Business File Transfer 2.0

 Data transmission is growing rapidly, and the digitization of everything from financial transactions to video is enabling organizations to quickly share information with global partners both inside and outside their trusted network. However, many organizations do not recognize the operational, financial and security risks associated with this growing proliferation of perceived secure, user-managed file transfer systems.

 Quick—how many different ways is sensitive data flowing out of your organization? Think you know?

You’ve patched your servers, upgraded security policies and locked down your users so that you are finally compliant with Sarbanes-Oxley, the Health Insurance Portability and Accountability Act (HIPAA) or the Payment Card Industry Security Standard (PCI-DSS). But, unless you’ve got a robust strategy to address your managed file transfer needs, you still may not be in compliance—and you may even be opening your data and systems to increased security risks. As the size and volume of data movement operations continue to grow, so does the likelihood of failure.

Globalization, digitization, broadband proliferation—these are the three big trends that have driven managed file transfer from the secured back room of bank transfers and data center backups to the forefront of data security and business flexibility challenges. As data movement continues to grow both within and between enterprises and amid today’s mix of technology backdrops, it is becoming ever more important to effectively manage data transmissions according to both business priorities and security policies. In addition, global trading partners with differing levels of information technology (IT) infrastructure maturity have necessitated the use of the Internet to transport much of this data. For many, file transfer via free file transfer protocol (FTP) over the Internet looks like the perfect solution. But beware—the distributed nature of the Internet tends to hide the overall impact and costs associated with the interruptions, network and security failures.

Quick—how many FTP servers in your organization are sending and receiving critical or sensitive business data? Who is sending it, and what is the cost of failure?

A global energy company recently performed a full audit of all data and file transmission systems in use and discovered that it had more than 70 different systems, with very little overall ability to standardize business rules, security policies, logging and notifications, or data auditing. Sound familiar? At best, unmanaged data movement can result in unproductive use of network resources. At worst, it can result in noncompliance or security breaches.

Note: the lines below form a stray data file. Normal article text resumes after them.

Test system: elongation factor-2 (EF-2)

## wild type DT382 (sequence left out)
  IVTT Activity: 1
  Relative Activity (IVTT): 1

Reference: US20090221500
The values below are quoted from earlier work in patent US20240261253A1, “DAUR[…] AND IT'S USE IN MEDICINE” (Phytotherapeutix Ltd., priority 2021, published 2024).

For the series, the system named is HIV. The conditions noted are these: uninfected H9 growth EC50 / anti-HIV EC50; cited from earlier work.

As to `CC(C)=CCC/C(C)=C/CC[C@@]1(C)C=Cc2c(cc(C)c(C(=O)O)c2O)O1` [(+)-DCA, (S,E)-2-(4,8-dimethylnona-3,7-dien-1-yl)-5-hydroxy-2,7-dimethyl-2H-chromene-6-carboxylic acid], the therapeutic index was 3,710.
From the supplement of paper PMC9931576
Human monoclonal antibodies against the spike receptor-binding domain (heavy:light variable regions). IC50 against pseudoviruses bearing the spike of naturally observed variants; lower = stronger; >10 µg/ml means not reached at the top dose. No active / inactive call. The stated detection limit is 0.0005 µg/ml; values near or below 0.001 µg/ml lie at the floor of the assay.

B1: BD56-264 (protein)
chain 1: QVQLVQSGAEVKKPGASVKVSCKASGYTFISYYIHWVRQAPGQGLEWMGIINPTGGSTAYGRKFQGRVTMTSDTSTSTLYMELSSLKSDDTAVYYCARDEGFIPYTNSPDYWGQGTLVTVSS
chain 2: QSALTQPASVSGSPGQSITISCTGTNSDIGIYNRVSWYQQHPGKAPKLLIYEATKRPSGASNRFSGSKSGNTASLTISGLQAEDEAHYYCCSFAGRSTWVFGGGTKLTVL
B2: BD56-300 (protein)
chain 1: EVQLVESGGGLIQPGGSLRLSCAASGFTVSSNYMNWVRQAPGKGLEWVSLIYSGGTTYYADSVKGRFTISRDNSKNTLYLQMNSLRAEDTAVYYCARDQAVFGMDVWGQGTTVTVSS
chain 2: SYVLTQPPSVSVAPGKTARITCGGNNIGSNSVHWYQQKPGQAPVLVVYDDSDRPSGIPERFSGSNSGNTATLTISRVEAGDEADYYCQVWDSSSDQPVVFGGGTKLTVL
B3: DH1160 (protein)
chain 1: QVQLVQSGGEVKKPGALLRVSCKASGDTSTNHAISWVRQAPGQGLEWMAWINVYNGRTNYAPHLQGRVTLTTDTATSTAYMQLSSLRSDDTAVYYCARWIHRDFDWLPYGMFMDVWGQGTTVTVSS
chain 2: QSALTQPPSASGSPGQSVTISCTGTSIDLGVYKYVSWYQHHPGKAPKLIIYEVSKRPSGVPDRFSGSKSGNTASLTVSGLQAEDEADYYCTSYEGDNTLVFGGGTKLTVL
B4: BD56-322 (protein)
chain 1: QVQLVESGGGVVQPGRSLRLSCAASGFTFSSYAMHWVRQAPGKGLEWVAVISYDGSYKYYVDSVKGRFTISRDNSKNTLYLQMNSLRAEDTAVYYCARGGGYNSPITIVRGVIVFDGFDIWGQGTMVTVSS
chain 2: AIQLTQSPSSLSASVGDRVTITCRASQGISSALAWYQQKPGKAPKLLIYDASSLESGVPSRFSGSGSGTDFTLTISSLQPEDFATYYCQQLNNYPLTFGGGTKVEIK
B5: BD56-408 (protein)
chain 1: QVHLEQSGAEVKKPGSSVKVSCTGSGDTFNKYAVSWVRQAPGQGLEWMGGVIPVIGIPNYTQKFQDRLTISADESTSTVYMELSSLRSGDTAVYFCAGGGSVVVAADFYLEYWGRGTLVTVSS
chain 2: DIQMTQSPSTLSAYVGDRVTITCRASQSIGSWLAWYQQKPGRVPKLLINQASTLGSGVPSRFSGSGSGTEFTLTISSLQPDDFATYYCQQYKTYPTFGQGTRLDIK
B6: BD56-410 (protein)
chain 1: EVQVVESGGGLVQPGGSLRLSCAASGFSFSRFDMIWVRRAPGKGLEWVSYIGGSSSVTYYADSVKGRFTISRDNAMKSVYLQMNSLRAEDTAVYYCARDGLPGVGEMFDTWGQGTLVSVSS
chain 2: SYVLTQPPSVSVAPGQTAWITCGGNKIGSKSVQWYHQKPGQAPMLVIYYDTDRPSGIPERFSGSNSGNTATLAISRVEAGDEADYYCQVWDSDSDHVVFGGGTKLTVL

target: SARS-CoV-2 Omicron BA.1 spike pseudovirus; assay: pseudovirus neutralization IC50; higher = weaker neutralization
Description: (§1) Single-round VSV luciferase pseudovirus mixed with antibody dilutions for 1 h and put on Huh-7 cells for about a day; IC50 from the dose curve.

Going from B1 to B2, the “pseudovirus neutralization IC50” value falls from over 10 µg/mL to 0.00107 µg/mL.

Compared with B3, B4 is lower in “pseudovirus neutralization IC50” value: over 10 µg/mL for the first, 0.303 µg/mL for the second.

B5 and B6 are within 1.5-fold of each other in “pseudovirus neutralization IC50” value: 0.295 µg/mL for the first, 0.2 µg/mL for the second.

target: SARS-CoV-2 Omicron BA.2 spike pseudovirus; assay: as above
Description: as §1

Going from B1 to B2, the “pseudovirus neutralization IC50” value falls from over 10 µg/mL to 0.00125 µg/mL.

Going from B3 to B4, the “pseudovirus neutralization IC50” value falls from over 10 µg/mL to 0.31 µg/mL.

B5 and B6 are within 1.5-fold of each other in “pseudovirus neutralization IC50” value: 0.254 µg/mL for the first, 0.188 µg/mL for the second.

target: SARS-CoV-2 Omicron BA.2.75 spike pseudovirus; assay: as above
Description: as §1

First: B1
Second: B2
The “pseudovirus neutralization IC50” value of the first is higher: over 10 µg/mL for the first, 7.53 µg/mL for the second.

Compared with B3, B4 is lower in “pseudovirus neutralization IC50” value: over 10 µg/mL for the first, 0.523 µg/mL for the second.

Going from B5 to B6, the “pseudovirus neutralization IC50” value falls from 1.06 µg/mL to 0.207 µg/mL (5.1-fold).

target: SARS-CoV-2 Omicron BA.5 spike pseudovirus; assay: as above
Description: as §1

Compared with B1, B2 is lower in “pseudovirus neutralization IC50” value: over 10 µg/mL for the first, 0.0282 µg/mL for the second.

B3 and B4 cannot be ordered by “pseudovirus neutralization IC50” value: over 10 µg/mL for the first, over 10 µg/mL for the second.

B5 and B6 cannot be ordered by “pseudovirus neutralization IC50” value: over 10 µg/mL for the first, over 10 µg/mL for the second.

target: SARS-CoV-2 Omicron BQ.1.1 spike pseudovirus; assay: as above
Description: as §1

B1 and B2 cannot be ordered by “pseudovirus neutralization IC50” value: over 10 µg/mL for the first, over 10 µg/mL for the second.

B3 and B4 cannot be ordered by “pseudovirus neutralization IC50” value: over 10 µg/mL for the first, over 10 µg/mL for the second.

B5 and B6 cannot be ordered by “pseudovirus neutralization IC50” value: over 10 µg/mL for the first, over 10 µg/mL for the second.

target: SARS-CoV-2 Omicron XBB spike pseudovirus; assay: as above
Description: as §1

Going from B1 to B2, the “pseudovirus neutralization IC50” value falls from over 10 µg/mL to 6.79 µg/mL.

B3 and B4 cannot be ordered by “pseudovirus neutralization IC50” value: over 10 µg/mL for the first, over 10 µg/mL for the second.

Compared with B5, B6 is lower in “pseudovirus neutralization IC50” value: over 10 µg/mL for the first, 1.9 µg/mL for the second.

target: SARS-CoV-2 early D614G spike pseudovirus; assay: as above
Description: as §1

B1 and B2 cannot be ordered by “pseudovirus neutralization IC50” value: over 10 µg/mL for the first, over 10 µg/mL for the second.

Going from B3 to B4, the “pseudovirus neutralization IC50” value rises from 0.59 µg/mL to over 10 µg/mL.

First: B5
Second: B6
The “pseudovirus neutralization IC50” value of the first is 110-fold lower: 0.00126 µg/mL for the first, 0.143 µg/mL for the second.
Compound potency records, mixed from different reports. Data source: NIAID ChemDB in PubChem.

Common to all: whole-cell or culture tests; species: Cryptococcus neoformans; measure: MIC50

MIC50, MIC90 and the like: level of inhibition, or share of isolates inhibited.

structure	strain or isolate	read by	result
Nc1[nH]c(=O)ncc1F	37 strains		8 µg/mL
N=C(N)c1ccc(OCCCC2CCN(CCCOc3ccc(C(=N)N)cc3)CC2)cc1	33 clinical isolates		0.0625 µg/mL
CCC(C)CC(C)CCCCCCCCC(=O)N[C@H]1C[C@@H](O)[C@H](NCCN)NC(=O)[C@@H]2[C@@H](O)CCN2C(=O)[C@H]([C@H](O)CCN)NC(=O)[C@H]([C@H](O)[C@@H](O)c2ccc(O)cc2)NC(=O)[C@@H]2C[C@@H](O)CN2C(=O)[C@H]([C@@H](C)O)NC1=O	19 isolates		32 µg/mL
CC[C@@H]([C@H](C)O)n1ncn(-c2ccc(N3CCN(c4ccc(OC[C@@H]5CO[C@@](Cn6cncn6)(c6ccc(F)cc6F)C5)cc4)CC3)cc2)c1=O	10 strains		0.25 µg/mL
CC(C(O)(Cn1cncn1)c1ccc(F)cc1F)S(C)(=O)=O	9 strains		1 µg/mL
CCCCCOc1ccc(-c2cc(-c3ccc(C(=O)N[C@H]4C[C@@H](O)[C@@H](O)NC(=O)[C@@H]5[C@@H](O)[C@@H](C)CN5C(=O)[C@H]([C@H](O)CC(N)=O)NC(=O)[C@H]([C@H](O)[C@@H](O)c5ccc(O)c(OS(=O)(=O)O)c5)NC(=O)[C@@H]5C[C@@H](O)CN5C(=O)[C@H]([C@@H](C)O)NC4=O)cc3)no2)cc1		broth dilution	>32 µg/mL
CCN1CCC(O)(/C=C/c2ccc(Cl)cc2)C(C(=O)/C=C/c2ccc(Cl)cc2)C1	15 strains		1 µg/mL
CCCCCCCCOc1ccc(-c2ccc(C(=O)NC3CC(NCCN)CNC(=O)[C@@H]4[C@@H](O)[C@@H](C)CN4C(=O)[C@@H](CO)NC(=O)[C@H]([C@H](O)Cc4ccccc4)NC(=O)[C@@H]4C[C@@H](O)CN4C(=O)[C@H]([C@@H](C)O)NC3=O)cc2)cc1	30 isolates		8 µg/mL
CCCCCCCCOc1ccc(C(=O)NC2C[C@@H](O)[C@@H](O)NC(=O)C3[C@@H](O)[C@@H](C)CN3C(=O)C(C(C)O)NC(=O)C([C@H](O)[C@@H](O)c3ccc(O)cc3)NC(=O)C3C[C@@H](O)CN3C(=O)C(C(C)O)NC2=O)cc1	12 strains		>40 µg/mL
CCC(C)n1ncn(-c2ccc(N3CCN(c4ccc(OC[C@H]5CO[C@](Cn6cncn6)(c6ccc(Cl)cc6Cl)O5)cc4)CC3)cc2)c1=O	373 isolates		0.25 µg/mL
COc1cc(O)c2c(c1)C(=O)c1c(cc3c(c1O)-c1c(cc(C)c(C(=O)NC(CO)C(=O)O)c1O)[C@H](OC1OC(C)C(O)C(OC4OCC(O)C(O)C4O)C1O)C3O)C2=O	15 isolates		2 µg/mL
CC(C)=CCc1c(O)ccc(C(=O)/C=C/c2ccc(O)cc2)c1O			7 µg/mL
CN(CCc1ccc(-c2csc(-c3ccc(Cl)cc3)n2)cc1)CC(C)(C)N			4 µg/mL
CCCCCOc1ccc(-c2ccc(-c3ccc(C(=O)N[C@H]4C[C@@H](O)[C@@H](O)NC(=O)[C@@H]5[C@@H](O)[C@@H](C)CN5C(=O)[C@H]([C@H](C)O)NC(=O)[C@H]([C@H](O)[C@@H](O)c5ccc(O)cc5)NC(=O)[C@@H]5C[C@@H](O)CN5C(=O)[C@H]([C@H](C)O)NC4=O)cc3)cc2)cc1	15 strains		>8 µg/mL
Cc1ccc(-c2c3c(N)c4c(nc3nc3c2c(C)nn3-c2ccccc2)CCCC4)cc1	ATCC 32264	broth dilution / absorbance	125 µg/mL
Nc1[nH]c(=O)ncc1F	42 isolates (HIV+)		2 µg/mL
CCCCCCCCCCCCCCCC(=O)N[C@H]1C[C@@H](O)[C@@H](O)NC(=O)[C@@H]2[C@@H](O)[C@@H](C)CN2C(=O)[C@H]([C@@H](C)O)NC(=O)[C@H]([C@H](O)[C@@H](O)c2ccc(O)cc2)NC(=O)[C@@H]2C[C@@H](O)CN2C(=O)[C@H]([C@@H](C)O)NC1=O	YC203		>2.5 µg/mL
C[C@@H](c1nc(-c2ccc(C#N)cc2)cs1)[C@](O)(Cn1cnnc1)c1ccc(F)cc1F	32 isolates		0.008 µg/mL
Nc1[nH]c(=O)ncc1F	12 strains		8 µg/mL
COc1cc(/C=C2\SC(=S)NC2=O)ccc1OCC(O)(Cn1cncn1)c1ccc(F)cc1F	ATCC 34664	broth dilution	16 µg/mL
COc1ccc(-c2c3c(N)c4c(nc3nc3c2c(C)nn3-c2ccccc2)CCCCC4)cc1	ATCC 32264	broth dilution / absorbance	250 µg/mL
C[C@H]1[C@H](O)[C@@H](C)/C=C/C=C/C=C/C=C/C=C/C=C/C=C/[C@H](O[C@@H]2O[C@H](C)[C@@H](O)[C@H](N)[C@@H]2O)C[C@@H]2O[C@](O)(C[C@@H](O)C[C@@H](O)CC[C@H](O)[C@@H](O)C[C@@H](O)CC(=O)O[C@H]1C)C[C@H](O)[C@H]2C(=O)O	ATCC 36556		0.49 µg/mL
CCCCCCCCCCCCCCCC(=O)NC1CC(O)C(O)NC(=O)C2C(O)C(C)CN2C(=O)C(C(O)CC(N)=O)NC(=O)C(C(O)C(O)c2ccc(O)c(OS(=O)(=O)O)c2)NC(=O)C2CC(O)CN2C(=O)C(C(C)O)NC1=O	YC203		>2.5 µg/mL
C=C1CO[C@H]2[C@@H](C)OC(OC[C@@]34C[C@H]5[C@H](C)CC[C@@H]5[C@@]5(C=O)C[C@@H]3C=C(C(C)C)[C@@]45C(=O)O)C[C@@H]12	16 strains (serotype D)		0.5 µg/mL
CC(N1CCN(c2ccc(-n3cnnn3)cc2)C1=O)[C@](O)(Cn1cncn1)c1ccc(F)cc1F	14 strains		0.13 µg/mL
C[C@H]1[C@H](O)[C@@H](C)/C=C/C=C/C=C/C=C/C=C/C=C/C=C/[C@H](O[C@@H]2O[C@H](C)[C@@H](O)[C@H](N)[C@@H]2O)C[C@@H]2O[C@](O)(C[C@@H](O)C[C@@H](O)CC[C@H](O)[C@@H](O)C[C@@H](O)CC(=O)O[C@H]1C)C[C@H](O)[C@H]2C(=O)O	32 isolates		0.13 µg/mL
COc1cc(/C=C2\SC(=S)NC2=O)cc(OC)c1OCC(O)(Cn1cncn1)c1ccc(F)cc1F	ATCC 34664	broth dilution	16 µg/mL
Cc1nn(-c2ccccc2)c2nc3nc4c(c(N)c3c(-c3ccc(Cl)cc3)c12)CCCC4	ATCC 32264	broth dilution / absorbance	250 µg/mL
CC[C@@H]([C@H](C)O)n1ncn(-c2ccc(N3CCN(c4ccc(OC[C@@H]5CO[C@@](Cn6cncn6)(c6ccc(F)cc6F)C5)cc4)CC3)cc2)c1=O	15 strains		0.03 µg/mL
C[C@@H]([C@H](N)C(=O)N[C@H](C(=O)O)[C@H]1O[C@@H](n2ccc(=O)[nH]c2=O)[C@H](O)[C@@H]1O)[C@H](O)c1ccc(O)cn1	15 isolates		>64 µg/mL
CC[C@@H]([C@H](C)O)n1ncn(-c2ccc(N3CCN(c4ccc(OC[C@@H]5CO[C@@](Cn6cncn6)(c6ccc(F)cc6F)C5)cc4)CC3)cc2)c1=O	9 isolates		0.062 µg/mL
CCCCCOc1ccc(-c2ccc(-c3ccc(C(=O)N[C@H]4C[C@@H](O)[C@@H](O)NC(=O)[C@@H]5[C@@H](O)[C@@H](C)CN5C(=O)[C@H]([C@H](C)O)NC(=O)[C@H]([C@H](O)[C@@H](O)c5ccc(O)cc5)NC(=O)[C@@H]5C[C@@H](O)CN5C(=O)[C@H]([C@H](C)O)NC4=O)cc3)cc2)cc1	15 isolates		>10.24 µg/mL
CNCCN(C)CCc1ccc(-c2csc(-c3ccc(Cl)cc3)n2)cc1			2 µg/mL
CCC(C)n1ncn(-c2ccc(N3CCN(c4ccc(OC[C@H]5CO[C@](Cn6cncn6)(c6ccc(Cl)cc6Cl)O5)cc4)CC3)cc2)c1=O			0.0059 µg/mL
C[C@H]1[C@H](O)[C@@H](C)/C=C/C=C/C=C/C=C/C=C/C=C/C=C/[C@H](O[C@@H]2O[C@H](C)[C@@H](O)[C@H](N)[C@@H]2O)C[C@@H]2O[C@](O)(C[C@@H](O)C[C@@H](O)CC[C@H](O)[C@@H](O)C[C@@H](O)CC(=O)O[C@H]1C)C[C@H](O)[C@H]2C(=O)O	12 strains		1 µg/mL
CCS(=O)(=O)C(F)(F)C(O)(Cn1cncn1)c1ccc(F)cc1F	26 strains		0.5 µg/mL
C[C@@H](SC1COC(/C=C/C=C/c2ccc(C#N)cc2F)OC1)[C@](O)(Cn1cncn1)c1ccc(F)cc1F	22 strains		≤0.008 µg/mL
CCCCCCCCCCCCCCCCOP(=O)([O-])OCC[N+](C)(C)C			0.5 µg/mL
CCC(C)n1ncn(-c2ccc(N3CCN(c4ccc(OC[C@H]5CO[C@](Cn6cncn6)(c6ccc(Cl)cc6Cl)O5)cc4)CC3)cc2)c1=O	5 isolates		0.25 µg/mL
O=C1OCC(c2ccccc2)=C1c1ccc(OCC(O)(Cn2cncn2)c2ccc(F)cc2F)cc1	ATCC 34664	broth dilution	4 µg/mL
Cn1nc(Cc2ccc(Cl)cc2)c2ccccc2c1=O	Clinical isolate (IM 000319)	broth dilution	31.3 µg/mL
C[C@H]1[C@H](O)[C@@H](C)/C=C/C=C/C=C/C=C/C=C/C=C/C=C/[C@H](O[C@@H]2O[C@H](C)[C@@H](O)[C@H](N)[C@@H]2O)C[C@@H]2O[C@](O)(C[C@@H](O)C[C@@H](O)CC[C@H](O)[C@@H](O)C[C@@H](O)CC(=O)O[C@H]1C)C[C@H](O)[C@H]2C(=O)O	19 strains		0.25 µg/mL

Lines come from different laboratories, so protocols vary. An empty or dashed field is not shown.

Whether you are moving funds to the Federal Reserve, sending computer-aided design (CAD) drawings to your manufacturing partner, submitting daily store receipts to headquarters or sending prerelease product specifications to an ad agency, the principles of managing critical and sensitive data movement both within and outside your organization remain the same. To get control of data movement in your organization, you must have a strategy that addresses the following:

Consistent Security Enforcement

Globalization requires the flexibility to quickly onboard and interoperate with trading partners with varying degrees of IT maturity—including those that use the Internet for file transfer. For this reason, securing your file transfer systems needs to be proxy-based and moved “out to the edge.” For example, in common FTP implementations, usernames and passwords are sent in clear text and cannot be shared between servers, while security auditing is virtually nonexistent. A proxy-based security paradigm, however, provides full policy enforcement and supplemental functions such as session breaks, protocol analysis and rules-based process management.

To create a secure file transfer environment, a file transfer proxy should:

    * Support multiple protocols such as FTP, FTPS, HTTP, HTTPS
    * Enforce firewall navigation best practices with no inbound holes in the firewall and no files stored in the demilitarized zone (DMZ)